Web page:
The effect of folate in preventing tHcy elevation was recently tested in BHMT deleted mice (Bhmt−/−) [49]. Bhmt−/− mice showed approximately 10-fold higher plasma tHcy, heavier liver (fatty liver), lower liver SAM, and higher liver SAH than Bhmt+/+ mice [49]. tHcy elevation was not corrected after folic acid supplementation. However, folic acid supplemented Bhmt−/− mice were able to produce more hepatic SAM compared to Bhmt−/− mice fed a folate-deficient diet or those on a control diet [49]. The results suggest that folate enhanced SAM production via the methionine synthase pathway, but was not able to remove tHcy in this mouse model. The BHMT pathway appears to substantially participate in tHcy metabolism in mice [50]. At least in this mouse model, folic acid supplementation did not counterbalance the metabolic burden caused by disrupting the BHMT enzyme.

Taken together, betaine and choline support the role of folate in lowering fasting tHcy. The effect of betaine on lowering post-methionine load tHcy is stronger than its effect on fasting tHcy [41]. The tHcy-lowering effect of betaine is higher in individuals not receiving folic acid. The effect of betaine on plasma tHcy appears to be more dependent on plasma folate than on plasma betaine [51]. In folate-deficient patients, plasma betaine and methionine concentrations were maintained and DMG was increased, suggesting that betaine acted as a methyl donor to produce methionine and DMG [51]. Plasma betaine does not reflect tissue betaine, but may reflect transient changes in the labile methyl group in case of higher requirements (pregnancy, liver damage), after methionine-load, or after folic acid supplementation.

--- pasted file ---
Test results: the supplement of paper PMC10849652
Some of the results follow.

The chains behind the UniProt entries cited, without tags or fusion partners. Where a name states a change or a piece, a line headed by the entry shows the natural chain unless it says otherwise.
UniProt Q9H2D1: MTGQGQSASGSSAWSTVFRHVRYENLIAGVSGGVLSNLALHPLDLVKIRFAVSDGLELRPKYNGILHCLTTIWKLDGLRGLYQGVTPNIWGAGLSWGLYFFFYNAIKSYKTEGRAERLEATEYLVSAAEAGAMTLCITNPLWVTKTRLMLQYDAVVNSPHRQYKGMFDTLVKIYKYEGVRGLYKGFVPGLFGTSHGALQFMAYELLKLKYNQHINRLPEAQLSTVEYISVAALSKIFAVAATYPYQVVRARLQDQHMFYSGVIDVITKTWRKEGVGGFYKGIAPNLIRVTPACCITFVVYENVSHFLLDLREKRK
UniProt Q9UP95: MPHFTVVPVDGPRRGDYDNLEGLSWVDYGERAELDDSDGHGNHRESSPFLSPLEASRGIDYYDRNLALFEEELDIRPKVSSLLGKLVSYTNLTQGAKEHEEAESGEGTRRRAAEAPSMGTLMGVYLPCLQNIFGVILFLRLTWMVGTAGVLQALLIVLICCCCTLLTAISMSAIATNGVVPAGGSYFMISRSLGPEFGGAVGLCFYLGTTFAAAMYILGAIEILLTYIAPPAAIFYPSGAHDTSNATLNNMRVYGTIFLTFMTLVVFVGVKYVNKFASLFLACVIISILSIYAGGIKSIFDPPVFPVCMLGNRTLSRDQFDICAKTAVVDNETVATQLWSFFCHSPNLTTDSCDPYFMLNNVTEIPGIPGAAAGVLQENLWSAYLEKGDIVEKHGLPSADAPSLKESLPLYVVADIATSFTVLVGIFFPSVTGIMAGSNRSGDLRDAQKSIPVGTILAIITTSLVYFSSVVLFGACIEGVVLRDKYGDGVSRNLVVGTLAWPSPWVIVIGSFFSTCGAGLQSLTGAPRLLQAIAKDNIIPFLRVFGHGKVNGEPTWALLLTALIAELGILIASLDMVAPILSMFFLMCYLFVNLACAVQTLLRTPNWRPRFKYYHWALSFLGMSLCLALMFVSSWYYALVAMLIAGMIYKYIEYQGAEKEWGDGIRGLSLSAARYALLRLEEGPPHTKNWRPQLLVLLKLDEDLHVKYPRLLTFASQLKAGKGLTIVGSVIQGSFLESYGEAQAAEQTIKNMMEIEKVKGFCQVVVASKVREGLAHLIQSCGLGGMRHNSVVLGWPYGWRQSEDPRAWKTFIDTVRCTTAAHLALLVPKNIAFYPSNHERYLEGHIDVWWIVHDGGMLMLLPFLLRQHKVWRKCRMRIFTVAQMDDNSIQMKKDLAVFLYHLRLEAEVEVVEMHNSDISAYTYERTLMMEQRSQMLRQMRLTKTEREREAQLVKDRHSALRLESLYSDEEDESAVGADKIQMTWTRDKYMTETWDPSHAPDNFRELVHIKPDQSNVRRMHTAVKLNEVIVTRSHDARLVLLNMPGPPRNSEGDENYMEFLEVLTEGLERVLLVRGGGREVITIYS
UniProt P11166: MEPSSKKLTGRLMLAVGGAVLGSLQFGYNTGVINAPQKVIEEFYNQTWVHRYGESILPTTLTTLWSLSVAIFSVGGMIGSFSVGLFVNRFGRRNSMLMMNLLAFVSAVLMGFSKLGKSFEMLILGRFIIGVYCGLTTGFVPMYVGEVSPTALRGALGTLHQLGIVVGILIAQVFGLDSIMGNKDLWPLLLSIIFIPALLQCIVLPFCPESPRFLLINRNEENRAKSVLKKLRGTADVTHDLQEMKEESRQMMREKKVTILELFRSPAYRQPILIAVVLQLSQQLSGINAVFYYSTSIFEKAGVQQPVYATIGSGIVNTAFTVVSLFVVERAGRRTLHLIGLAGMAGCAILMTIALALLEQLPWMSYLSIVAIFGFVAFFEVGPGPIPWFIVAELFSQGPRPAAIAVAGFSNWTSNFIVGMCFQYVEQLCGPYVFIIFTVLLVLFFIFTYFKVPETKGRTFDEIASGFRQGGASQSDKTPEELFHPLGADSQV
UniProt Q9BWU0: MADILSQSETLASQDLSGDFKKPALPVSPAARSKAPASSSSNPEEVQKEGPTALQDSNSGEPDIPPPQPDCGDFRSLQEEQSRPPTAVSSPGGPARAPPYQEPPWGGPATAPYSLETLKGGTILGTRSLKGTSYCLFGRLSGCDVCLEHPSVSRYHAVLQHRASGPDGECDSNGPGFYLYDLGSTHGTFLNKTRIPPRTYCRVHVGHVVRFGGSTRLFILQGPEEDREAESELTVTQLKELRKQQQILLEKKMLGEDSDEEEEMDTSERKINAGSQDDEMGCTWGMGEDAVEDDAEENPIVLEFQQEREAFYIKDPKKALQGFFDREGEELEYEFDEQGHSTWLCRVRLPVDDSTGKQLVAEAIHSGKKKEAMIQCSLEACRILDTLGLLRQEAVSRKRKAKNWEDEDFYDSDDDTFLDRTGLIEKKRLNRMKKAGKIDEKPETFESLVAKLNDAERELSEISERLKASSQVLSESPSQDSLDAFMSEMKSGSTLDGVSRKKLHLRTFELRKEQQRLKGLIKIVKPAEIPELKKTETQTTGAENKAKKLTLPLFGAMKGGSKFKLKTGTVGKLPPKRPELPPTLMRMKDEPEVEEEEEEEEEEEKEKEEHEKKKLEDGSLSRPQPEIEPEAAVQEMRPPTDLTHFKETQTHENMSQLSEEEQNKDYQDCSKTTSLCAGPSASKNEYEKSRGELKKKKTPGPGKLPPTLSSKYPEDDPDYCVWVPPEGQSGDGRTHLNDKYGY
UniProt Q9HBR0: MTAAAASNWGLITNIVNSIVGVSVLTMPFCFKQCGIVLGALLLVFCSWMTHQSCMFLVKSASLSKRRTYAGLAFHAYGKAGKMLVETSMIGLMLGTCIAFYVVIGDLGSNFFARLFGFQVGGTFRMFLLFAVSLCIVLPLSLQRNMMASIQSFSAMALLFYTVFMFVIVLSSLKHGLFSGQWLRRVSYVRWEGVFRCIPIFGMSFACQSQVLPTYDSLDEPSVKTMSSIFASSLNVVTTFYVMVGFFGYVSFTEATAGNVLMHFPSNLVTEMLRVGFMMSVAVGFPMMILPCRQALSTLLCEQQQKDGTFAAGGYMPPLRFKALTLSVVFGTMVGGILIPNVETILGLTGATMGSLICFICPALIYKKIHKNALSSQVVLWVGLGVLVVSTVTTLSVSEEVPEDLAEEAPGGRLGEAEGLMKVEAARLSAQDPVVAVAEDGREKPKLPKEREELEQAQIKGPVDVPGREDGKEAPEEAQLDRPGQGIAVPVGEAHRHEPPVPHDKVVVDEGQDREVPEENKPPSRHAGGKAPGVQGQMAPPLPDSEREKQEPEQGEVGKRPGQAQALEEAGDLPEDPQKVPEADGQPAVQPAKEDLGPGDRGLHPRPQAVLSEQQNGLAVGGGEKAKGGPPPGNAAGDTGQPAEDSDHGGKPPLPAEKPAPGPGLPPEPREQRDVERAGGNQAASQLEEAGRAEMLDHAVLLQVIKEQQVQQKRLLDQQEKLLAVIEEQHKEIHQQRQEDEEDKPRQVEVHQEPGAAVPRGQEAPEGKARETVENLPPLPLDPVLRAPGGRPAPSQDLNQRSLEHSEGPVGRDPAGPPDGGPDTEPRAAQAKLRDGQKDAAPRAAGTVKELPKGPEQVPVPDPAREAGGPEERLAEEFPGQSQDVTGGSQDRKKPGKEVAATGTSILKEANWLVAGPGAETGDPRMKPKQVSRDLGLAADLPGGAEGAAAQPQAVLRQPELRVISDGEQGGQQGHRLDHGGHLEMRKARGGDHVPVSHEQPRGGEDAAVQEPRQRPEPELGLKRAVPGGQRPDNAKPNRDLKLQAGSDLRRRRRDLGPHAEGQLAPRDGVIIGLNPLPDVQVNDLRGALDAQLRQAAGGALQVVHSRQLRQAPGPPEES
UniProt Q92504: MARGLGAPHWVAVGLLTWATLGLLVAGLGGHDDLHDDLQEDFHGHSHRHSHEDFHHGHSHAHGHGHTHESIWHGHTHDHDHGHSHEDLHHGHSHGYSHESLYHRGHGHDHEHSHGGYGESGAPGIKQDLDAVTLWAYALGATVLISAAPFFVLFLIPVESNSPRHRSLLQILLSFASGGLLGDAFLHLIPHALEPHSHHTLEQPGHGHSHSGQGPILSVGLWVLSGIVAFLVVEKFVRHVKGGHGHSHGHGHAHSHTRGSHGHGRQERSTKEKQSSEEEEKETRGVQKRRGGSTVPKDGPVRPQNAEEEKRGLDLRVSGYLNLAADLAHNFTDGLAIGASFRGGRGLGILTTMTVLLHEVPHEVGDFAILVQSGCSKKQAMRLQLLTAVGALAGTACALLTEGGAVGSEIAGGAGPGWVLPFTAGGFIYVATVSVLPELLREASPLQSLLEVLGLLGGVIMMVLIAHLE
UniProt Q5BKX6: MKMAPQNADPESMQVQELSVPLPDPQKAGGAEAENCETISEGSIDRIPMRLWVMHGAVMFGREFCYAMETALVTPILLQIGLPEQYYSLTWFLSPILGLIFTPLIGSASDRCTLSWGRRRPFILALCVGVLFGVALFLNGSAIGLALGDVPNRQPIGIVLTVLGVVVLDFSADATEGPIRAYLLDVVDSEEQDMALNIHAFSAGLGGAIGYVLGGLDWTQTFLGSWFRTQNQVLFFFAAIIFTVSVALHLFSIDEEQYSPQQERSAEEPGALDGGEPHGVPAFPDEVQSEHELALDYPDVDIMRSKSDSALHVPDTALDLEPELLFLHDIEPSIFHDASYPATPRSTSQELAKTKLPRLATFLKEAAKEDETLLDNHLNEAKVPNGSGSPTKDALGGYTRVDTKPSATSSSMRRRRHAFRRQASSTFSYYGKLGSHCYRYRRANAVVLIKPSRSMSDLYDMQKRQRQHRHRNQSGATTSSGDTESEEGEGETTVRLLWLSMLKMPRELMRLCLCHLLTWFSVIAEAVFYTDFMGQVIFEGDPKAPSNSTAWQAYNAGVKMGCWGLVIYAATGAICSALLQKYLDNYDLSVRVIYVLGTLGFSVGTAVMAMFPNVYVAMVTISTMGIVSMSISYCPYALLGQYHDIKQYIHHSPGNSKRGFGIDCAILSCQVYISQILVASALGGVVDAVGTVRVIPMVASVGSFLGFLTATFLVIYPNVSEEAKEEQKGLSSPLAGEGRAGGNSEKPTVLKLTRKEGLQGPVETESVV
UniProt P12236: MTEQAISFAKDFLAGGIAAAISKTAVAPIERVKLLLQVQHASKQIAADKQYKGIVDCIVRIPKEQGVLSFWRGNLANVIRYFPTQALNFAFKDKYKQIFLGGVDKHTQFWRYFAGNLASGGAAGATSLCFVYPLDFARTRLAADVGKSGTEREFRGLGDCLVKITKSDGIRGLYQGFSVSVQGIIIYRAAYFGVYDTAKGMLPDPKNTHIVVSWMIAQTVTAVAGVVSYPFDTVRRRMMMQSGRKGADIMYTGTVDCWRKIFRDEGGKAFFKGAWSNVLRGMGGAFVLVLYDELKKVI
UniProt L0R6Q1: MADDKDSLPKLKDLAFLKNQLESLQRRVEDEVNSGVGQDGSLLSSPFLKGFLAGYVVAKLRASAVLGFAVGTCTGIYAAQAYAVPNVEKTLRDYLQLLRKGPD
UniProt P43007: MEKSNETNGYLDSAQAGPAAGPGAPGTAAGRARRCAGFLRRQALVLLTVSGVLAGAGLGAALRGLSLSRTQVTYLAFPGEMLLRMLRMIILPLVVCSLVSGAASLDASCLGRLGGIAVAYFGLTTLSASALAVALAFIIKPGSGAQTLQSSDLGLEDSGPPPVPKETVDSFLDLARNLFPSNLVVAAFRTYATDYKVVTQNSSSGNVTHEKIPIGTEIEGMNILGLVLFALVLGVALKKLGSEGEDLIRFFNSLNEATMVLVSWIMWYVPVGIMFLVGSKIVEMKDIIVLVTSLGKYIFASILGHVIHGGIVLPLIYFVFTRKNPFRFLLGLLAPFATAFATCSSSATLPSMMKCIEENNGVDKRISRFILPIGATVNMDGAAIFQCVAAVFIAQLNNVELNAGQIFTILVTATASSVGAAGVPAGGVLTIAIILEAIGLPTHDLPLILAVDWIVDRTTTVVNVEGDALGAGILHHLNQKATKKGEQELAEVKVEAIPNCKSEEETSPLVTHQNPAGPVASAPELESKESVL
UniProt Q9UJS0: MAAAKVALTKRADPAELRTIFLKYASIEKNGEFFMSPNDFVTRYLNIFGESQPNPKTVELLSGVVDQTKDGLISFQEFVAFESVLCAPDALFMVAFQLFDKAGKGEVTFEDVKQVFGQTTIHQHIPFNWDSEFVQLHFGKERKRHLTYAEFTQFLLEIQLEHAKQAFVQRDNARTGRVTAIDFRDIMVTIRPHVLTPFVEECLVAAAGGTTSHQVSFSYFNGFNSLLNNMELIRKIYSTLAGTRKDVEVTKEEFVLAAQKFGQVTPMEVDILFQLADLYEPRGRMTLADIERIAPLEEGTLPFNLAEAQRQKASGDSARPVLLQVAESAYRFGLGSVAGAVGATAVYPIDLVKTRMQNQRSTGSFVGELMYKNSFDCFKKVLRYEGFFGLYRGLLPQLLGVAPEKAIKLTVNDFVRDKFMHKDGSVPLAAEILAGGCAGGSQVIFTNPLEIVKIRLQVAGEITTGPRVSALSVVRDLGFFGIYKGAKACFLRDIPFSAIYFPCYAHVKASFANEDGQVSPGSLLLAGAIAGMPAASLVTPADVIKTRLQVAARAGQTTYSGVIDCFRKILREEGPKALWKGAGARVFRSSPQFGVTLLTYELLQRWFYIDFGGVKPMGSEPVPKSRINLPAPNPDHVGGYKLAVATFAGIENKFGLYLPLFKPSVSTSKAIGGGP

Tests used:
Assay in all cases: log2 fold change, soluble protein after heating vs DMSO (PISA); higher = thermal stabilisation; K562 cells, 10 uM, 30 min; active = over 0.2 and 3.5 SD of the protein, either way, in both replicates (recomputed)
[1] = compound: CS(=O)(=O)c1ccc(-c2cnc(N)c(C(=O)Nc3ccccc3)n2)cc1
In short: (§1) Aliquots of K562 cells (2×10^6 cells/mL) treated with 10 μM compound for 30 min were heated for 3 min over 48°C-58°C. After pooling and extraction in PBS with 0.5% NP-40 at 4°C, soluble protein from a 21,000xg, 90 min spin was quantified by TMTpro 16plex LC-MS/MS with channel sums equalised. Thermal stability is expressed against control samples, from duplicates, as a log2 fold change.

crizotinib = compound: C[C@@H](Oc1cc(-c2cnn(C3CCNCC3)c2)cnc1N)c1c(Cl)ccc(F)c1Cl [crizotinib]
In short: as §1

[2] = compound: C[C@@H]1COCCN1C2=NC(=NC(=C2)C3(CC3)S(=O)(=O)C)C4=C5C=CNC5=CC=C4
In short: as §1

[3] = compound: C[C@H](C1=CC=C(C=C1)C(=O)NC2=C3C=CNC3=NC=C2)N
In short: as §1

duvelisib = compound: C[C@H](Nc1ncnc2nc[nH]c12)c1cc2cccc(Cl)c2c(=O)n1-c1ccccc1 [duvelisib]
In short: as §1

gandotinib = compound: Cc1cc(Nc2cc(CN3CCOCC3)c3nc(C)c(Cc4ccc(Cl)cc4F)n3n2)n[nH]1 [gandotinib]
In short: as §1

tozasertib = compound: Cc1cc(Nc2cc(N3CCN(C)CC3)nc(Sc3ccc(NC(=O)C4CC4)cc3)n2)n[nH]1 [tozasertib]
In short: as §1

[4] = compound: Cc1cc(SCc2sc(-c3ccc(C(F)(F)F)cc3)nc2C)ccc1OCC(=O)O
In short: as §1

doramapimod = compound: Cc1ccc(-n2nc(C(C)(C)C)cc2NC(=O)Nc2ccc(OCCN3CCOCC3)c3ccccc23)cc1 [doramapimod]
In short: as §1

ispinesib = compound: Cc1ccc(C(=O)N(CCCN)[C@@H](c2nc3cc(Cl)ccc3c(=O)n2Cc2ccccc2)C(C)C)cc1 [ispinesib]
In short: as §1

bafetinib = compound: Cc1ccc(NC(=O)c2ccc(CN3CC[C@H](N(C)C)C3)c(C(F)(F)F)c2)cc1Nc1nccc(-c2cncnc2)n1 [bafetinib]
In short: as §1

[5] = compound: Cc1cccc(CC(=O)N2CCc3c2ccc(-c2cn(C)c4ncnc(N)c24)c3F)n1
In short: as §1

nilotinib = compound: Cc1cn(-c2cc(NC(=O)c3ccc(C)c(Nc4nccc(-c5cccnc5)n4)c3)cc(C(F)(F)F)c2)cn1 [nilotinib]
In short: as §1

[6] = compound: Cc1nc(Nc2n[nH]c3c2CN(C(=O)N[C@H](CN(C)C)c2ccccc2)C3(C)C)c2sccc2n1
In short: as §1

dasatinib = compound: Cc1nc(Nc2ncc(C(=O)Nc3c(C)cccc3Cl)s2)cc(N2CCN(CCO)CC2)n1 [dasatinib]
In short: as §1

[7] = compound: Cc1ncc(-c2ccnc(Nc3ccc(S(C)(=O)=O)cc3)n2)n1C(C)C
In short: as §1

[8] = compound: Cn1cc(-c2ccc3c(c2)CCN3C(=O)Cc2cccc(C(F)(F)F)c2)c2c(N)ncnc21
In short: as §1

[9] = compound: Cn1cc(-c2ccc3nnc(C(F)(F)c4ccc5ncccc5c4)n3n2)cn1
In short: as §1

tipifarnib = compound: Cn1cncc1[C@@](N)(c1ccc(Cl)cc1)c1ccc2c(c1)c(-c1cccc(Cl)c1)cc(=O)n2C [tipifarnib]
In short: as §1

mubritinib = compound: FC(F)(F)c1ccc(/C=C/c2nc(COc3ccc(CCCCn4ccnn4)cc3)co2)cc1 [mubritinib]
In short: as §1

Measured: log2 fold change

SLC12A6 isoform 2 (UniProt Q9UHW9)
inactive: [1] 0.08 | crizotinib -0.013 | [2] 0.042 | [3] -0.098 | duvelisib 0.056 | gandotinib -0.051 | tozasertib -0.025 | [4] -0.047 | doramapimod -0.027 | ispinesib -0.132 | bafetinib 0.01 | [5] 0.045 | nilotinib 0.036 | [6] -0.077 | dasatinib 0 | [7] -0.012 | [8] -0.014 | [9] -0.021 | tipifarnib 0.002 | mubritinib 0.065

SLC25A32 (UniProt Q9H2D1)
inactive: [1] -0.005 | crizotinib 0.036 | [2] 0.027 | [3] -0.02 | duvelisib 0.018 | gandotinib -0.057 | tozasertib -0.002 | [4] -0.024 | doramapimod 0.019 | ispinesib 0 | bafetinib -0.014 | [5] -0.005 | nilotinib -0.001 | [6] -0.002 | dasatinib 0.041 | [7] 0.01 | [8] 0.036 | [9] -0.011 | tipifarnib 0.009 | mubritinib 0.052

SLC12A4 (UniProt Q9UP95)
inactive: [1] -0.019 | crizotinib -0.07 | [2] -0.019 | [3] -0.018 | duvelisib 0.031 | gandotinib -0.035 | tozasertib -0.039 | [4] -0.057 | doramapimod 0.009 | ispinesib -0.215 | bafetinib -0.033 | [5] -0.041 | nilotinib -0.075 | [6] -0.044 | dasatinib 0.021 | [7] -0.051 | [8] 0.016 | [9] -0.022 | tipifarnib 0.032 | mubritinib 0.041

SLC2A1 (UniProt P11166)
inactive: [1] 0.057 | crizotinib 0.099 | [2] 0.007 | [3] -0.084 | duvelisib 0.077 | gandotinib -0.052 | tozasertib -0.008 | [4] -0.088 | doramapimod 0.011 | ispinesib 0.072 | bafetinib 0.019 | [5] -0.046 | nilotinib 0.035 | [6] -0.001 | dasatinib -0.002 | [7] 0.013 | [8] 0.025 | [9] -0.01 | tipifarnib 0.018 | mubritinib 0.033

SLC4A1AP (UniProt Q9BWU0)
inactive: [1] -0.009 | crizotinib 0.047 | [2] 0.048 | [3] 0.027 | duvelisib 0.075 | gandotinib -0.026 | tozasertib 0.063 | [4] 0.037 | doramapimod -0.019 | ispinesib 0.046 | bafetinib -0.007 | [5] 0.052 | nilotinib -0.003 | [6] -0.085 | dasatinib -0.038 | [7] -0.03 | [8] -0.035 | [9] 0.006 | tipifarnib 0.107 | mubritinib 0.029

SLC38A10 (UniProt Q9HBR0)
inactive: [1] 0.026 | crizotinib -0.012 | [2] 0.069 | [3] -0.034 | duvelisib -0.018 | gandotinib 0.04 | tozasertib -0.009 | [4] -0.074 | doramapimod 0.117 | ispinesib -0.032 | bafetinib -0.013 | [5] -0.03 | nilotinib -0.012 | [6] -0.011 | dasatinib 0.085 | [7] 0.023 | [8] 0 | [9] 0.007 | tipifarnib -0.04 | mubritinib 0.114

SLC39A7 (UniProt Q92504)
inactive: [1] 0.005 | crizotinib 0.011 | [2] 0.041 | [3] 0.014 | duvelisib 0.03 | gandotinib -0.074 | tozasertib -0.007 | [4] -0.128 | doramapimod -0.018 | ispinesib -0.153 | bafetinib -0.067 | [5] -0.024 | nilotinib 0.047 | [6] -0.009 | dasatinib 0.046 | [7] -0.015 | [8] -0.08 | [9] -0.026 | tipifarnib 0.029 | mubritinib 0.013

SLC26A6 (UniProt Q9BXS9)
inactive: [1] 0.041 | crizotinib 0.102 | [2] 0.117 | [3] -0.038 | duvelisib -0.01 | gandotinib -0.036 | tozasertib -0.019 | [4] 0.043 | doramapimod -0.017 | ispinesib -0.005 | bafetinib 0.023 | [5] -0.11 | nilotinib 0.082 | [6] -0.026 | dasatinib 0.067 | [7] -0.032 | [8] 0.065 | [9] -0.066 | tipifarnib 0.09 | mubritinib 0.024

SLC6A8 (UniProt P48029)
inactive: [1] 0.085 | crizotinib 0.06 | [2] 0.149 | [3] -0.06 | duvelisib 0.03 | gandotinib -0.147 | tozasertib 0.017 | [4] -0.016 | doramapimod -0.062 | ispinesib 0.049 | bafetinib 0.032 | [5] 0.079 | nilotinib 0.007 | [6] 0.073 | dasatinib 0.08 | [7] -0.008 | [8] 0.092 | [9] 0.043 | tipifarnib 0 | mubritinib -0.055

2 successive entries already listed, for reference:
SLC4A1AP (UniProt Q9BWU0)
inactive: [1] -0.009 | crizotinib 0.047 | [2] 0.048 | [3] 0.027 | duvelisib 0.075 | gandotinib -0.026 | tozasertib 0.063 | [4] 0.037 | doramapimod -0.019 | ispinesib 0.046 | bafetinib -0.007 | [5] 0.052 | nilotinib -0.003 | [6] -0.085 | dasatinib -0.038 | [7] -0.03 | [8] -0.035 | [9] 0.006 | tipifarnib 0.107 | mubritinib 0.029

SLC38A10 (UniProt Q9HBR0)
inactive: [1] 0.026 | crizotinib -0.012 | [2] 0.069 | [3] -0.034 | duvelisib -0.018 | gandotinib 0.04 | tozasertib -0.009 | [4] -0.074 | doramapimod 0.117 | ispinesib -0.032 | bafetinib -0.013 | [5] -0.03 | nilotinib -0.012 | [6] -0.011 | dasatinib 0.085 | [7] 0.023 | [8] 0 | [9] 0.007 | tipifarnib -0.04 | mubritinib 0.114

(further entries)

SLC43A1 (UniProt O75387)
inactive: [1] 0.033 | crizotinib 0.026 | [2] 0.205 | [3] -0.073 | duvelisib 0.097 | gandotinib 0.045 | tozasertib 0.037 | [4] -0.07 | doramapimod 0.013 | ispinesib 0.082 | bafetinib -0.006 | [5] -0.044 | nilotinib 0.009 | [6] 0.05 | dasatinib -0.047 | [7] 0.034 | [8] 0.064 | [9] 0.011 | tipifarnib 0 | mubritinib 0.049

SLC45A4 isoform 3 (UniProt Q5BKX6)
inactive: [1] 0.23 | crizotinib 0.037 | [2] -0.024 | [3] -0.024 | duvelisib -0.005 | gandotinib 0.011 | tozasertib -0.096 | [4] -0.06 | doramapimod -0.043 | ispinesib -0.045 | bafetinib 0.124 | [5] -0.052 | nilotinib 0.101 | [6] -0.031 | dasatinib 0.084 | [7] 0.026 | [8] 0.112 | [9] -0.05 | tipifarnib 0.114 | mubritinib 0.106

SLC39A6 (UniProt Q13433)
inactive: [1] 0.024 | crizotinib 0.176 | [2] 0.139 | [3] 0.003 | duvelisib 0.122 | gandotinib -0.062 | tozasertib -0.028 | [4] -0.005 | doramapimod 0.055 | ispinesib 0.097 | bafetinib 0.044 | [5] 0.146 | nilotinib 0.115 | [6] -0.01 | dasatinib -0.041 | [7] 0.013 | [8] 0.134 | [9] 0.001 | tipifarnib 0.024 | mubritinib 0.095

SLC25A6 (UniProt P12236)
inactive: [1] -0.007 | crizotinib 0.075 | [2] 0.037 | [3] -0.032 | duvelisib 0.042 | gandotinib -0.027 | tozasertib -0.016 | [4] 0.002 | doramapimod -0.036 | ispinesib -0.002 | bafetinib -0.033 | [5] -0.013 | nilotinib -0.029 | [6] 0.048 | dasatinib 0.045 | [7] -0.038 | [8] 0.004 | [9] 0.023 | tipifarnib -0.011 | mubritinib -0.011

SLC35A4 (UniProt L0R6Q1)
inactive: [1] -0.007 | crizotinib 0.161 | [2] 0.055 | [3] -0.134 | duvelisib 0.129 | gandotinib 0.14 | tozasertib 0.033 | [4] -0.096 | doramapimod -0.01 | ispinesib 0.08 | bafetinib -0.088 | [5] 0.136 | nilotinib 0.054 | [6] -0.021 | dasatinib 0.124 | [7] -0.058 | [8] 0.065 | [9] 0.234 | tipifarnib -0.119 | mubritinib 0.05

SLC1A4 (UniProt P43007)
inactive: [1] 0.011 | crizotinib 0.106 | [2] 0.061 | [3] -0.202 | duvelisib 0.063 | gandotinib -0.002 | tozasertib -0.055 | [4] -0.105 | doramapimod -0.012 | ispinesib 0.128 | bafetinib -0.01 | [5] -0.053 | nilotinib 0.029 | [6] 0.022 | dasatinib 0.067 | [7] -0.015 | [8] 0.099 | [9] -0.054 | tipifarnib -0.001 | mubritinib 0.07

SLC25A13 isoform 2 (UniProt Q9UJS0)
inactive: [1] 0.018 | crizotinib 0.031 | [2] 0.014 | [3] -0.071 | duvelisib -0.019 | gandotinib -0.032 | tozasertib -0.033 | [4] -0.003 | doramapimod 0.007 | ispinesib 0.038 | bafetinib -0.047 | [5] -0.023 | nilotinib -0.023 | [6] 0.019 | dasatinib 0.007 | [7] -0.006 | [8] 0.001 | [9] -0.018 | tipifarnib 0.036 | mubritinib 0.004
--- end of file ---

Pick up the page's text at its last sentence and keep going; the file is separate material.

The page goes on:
6. Metabolic Burden: Osmotic Stress and Energy Metabolism

6.1. Osmotic Stress

Betaine is a major osmolyte in the cell [52]; it regulates the cell volume and stabilizes proteins. It is stored at high amounts in the liver and the kidney. Betaine levels in skeletal muscles are similar to those in the plasma and brain [35]. Betaine prevents osmolytic stress when added to farmed fish upon transfer from low to high salinity. Moreover, in cells exposed to hyperosmotic conditions, choline uptake is enhanced in mitochondria in order to resist volume reduction and osmotic water loss. Choline is converted into betaine under these conditions [53].

6.2. Energy and Lipid Metabolism

Hypomethylation is involved in energy metabolism disorders. Much on betaine effects can be learned from animal studies. Betaine has been an important component of animal nutrition for over 50 years. A choline-rich diet is an additional source of betaine since choline is oxidized to betaine by the mitochondrial enzyme choline dehydrogenase [54] and betaine aldehyde dehydrogenase, which is expressed in the cytosol and mitochondria.

Betaine was shown to be related to protein (muscular tissue) and fat metabolism [55]. Moreover, betaine has been discussed in animal nutrition for its role in saving methionine and choline [56,57]. The methionine-sparing effect of betaine makes methionine more available for protein synthesis, and the choline-sparing effect makes choline more available for lipid metabolism. The role of betaine in energy metabolism appears to be effective at low total energy intake. Betaine is useful as a partitioning agent under low amino acid and energy intake situations in animals [56,57]; thus, it has the potential to solve public health problems related to excess fat in meat products.